Enzyme Inhibition


Irreversible inhibition is a type of enzyme inhibition that permanently inactivates the enzyme by forming a strong covalent bond with an amino acid residue at or near the active site. This prevents the enzyme from catalyzing its normal reaction and reduces the overall enzyme activity in the system.

Irreversible inhibitors are often highly reactive compounds that target specific amino acid residues that are essential for the enzyme function. For example, some irreversible inhibitors react with serine or cysteine residues that have nucleophilic hydroxyl or sulfhydryl groups, respectively. These groups can attack the electrophilic center of the inhibitor and form a stable covalent bond.

Irreversible inhibition can be used as a tool to study the structure and function of enzymes, as well as to design drugs that selectively block the activity of certain enzymes involved in diseases. Some examples of irreversible inhibitors are:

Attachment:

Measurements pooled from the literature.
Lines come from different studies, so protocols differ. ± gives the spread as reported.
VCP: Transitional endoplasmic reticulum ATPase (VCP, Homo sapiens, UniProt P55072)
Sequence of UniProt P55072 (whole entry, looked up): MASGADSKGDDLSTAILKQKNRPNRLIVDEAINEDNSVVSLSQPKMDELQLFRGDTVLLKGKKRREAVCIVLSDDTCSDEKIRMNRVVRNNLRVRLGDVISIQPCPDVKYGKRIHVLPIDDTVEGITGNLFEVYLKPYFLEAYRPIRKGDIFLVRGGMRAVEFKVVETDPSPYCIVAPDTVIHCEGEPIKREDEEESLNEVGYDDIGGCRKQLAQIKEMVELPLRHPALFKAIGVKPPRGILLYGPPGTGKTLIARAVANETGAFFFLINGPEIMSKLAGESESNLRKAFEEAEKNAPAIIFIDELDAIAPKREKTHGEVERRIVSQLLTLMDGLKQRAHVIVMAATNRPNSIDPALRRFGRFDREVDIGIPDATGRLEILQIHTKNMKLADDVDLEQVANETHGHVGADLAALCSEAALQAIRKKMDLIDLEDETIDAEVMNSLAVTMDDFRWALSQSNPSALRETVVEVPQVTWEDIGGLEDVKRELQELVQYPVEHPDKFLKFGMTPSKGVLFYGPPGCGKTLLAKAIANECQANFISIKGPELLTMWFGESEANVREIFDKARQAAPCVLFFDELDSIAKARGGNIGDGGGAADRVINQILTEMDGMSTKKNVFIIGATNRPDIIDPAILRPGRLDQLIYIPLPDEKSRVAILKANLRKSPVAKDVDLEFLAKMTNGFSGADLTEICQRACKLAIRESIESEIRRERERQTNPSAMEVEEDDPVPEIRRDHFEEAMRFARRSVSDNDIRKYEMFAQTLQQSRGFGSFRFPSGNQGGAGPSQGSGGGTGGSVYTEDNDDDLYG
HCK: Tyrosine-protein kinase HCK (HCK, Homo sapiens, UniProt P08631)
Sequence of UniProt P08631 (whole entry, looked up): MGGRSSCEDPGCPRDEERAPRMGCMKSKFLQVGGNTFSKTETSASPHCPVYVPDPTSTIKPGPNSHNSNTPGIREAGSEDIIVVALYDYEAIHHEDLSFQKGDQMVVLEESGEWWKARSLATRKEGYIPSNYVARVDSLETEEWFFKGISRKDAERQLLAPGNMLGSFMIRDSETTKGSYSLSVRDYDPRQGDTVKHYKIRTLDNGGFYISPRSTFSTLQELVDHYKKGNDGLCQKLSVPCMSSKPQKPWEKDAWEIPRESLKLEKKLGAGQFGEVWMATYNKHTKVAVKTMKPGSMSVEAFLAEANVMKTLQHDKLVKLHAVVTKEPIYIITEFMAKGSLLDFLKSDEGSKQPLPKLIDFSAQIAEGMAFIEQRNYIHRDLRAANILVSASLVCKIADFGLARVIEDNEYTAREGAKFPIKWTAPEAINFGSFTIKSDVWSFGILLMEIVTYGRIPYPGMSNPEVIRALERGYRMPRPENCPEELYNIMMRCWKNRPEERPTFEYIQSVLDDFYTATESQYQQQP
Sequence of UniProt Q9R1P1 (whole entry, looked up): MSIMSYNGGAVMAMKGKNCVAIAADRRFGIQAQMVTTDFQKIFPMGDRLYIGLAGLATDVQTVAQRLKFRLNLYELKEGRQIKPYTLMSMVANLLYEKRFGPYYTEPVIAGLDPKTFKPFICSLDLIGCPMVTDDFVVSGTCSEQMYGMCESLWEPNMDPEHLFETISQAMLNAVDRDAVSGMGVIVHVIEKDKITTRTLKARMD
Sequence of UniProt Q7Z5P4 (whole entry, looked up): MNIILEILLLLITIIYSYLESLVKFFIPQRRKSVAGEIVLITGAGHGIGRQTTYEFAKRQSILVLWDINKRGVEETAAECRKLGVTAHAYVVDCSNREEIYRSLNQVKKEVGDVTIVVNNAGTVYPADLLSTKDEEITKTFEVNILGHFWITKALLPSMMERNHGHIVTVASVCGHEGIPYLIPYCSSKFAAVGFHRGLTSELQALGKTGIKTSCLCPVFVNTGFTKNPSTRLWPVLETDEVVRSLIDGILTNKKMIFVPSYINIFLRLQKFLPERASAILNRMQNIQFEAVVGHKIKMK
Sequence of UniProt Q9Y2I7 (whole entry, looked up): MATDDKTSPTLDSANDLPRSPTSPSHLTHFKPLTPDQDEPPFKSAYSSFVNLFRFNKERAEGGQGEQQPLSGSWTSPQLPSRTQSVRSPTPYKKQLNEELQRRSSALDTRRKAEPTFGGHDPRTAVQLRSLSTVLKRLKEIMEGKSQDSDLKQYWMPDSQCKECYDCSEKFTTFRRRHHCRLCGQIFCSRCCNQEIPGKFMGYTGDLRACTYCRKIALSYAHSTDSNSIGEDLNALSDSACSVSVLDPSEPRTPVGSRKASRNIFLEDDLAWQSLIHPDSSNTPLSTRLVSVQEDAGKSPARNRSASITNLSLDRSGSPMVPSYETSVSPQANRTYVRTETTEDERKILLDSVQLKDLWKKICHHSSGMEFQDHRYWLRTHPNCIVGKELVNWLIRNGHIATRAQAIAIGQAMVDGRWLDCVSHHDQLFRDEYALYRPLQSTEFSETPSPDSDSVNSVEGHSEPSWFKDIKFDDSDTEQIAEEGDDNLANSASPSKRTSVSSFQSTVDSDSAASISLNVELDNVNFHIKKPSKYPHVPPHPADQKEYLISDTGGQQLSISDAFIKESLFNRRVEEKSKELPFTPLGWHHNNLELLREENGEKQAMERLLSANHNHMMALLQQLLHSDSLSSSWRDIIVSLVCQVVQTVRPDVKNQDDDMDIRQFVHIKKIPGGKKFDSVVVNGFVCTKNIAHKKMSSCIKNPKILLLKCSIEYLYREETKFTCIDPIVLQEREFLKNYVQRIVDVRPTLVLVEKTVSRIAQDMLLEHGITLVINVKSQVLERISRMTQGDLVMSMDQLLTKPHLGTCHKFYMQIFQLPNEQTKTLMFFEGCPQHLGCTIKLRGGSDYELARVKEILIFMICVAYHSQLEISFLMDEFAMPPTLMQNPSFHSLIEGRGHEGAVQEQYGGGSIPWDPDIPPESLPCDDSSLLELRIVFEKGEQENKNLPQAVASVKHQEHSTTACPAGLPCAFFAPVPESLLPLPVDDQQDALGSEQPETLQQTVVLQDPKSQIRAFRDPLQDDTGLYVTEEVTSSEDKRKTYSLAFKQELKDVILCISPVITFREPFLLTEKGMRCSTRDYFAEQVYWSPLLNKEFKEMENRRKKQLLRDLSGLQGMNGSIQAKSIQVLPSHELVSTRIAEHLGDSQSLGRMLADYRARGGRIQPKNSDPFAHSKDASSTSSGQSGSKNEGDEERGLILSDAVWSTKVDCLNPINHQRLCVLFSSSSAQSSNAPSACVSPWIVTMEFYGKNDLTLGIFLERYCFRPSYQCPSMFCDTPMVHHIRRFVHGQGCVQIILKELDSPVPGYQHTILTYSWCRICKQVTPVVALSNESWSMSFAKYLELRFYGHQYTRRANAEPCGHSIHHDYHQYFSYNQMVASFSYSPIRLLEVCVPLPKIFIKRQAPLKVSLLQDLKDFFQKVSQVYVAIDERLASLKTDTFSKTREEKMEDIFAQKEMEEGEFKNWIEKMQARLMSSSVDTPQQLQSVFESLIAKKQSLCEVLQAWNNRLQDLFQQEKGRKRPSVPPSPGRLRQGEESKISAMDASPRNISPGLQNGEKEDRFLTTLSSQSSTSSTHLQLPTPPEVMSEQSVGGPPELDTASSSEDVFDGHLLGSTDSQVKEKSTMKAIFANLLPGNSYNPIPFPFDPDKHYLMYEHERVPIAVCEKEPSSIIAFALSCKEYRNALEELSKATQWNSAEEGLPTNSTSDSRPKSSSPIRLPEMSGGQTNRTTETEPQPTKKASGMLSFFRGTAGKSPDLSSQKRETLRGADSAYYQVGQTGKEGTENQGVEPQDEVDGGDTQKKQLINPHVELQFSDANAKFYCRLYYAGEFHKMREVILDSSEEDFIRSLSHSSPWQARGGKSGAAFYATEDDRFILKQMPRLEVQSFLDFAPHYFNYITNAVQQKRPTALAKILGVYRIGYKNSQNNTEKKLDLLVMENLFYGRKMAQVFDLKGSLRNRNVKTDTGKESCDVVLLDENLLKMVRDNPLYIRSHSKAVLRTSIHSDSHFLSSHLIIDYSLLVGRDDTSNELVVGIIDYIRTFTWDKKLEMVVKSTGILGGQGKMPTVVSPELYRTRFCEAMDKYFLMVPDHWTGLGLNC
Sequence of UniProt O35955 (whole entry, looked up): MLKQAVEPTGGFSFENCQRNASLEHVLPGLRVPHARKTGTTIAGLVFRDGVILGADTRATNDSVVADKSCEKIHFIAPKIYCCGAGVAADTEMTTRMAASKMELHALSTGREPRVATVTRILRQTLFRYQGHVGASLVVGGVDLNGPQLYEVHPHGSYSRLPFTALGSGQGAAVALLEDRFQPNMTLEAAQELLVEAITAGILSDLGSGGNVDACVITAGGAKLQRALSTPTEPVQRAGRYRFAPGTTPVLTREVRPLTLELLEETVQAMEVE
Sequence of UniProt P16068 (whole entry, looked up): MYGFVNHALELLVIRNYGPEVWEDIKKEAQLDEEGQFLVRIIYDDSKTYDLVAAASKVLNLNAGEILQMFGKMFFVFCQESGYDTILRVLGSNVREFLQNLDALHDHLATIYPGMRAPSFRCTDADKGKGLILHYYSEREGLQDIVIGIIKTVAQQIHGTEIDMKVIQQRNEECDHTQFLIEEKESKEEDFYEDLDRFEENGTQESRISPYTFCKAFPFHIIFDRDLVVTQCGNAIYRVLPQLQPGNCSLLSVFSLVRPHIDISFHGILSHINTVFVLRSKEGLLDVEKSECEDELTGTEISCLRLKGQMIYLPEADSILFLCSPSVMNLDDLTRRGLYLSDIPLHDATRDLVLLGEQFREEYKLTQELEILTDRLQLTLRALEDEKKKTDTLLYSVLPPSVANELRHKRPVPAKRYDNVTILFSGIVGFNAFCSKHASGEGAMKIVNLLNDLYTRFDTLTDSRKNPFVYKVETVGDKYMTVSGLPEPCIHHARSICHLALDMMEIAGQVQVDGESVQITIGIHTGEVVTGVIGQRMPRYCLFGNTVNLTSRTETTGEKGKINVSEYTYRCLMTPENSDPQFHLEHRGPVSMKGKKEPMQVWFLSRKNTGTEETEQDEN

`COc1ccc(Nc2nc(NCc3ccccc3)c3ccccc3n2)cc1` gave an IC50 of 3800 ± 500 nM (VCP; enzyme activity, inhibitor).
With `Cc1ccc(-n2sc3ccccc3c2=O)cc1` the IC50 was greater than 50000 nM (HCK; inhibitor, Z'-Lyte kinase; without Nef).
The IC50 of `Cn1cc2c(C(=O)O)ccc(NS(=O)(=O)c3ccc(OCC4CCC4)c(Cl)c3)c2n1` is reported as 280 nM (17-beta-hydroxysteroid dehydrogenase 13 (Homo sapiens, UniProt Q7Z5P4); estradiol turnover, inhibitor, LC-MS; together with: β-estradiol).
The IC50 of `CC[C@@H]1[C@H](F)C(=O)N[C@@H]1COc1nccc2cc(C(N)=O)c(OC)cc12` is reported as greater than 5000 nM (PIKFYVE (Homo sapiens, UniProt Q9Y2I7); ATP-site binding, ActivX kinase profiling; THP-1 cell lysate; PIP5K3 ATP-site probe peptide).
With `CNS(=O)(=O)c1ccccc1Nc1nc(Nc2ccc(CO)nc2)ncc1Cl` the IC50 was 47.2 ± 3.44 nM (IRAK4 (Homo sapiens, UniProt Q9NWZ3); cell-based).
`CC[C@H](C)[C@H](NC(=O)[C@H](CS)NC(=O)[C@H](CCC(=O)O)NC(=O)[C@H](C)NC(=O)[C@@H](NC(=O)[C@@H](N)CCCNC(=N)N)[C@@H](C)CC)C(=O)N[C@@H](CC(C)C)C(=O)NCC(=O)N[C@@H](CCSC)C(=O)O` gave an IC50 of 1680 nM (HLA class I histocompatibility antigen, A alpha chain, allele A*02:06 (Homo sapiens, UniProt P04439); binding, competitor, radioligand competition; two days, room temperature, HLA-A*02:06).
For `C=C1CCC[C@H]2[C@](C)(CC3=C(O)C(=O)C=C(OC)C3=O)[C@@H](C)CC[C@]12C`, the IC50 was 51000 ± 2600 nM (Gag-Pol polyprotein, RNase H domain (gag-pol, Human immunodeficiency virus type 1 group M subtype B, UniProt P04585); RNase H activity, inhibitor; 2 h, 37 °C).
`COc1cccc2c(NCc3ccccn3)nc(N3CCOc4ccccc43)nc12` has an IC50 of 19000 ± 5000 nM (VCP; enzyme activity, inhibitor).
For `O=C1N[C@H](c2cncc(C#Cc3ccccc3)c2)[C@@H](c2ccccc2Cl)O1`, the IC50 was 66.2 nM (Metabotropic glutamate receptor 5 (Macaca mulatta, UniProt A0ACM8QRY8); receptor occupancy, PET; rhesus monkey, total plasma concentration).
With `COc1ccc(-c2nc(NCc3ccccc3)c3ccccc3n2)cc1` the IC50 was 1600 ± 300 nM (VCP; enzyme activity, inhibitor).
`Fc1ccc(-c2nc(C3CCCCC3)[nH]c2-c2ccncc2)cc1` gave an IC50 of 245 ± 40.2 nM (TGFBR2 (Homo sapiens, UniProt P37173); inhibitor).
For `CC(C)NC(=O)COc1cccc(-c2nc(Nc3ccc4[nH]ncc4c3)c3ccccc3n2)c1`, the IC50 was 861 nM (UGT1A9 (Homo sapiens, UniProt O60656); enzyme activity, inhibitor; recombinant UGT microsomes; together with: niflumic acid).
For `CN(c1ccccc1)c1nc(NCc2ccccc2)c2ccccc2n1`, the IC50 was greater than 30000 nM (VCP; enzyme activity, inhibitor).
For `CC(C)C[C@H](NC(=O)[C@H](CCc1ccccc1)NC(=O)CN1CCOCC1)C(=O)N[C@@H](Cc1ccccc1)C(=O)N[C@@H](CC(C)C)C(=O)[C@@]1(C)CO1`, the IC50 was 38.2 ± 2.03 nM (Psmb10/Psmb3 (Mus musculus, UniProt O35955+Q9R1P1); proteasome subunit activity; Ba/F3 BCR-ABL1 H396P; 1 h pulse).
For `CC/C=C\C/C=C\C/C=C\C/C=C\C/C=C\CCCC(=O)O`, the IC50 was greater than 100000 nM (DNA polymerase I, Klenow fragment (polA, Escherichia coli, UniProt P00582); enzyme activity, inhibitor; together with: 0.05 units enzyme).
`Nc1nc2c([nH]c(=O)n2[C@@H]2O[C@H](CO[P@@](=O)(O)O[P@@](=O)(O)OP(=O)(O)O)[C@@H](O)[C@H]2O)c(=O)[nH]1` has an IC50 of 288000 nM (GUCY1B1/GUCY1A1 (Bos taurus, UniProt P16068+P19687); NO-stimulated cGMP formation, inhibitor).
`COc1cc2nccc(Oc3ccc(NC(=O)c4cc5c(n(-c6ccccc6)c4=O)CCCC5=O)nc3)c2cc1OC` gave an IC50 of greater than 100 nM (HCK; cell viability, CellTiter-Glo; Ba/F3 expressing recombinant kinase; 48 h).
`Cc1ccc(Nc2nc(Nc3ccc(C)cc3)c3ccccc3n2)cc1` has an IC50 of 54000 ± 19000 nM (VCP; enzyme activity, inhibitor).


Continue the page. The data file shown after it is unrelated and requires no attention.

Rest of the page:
• Diisopropyl fluorophosphate (DIPF), a nerve agent that inhibits acetylcholinesterase, an enzyme that breaks down the neurotransmitter acetylcholine. By blocking this enzyme, DIPF causes an accumulation of acetylcholine in the synapses and leads to muscle paralysis and respiratory failure.
  • Iodoacetamide, a compound that modifies cysteine residues and can be used to identify whether one or more cysteine residues are required for enzyme activity. For example, iodoacetamide can inhibit papain, a cysteine protease that cleaves peptide bonds.
  • Penicillin, an antibiotic that inhibits the transpeptidase enzyme that forms the cross-links in the bacterial cell wall. By binding covalently to a serine residue in the active site of the enzyme, penicillin prevents the formation of a stable peptidoglycan layer and makes the bacteria susceptible to osmotic lysis.